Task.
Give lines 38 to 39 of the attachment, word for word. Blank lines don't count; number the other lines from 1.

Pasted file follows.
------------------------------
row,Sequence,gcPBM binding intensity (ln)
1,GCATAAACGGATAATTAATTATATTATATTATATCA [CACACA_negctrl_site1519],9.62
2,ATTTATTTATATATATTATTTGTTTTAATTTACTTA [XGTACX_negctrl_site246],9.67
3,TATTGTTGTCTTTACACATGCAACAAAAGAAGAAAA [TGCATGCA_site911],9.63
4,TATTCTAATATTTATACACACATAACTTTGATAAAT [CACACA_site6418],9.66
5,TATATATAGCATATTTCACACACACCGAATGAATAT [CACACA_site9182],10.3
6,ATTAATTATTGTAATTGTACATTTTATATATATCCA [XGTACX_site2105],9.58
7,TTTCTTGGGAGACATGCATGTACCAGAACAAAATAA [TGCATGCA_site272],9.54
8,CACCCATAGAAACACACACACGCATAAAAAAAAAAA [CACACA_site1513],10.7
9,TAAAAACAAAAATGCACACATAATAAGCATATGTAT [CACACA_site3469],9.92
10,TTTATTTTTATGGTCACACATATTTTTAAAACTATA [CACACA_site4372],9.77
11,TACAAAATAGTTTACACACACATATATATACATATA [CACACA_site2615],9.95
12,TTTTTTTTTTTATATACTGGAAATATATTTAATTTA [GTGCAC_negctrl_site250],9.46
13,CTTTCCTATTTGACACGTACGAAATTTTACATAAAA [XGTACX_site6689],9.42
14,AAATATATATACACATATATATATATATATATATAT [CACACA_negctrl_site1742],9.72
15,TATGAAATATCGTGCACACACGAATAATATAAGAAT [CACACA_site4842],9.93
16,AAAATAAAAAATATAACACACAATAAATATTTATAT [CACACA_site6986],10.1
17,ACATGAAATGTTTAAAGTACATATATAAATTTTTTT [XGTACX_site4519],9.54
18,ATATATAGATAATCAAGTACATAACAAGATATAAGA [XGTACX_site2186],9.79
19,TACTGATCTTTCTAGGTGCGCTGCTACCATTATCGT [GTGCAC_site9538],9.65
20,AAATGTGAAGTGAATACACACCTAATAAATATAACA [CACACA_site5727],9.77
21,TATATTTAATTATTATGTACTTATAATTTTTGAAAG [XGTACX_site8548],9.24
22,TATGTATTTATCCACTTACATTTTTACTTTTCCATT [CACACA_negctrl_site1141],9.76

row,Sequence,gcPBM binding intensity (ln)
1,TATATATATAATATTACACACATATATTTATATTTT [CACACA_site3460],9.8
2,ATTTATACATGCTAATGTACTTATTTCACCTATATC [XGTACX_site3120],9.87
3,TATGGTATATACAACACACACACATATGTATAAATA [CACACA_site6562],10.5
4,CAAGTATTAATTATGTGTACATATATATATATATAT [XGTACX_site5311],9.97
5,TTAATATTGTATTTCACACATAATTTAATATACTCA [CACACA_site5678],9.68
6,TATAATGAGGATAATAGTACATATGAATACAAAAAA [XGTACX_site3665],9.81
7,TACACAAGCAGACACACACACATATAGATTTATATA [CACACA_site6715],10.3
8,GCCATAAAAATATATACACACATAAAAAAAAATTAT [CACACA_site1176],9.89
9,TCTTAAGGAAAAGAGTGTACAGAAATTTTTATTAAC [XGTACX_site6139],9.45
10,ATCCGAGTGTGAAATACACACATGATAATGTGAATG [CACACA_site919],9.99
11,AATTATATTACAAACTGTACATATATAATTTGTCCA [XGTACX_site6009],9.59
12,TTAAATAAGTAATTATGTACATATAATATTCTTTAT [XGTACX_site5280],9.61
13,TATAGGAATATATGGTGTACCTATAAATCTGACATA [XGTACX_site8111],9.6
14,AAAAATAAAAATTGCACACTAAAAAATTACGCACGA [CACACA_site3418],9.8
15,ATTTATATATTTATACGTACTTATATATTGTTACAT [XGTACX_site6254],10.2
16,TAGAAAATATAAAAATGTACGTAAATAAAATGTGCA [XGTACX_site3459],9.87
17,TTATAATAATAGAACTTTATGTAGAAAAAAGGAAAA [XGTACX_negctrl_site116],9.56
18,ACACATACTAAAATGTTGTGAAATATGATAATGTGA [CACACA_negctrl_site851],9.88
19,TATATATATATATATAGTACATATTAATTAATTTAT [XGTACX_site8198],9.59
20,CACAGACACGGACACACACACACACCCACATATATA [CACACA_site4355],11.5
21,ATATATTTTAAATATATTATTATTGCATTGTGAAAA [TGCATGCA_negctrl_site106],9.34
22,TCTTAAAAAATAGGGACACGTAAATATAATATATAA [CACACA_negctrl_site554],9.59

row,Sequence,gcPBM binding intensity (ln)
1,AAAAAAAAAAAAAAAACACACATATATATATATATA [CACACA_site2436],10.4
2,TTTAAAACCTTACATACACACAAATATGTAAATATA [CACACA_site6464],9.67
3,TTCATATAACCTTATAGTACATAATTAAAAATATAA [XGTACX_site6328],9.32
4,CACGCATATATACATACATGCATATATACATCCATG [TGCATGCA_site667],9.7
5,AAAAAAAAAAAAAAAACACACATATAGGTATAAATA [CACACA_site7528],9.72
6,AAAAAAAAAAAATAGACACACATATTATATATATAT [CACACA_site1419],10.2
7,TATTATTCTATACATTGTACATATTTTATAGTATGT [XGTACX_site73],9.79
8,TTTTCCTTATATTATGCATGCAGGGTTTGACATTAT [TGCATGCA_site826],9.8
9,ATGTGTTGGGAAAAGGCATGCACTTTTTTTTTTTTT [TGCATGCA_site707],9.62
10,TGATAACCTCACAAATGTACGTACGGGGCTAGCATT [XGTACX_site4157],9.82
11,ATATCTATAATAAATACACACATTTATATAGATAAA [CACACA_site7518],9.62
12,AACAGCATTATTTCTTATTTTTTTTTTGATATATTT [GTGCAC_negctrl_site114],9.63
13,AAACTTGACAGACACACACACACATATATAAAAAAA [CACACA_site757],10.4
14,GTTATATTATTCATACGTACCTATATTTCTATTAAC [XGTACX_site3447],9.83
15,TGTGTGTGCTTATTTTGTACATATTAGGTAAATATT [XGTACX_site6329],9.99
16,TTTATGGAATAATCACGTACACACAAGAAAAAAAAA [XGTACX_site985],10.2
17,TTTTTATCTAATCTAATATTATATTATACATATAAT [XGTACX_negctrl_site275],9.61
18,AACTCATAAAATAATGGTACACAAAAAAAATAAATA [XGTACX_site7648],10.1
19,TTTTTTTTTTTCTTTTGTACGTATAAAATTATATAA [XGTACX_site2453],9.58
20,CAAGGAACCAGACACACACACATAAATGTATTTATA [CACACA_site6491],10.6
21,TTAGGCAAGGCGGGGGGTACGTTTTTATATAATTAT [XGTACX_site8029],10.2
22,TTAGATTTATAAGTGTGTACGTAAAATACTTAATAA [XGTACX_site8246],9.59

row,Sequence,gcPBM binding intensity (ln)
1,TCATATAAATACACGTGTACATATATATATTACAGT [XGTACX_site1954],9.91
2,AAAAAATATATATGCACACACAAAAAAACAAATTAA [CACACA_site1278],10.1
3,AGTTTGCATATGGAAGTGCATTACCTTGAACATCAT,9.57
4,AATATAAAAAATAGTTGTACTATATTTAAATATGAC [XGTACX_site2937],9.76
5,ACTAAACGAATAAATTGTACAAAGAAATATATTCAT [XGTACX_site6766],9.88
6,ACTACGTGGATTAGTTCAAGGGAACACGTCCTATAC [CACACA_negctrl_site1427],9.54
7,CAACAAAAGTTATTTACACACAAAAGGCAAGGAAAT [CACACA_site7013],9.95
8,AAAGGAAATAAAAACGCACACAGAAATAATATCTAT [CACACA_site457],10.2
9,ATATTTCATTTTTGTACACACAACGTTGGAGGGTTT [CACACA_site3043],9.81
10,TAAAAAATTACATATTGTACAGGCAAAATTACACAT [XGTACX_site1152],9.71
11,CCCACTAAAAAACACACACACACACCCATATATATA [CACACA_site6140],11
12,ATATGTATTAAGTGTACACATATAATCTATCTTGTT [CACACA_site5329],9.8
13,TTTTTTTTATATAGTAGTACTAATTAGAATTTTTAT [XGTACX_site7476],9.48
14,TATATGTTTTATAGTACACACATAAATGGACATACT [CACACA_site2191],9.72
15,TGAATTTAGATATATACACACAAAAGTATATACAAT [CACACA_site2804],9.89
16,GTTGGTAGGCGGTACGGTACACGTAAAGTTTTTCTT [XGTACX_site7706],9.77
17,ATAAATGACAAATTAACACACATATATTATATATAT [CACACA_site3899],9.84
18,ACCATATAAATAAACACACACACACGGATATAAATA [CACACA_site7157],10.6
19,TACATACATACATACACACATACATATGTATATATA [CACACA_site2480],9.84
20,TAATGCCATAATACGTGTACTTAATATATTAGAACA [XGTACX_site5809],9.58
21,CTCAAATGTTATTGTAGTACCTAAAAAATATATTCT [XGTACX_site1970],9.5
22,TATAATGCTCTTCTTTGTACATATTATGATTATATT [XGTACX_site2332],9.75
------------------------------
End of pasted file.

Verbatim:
14,AAAAATAAAAATTGCACACTAAAAAATTACGCACGA [CACACA_site3418],9.8
15,ATTTATATATTTATACGTACTTATATATTGTTACAT [XGTACX_site6254],10.2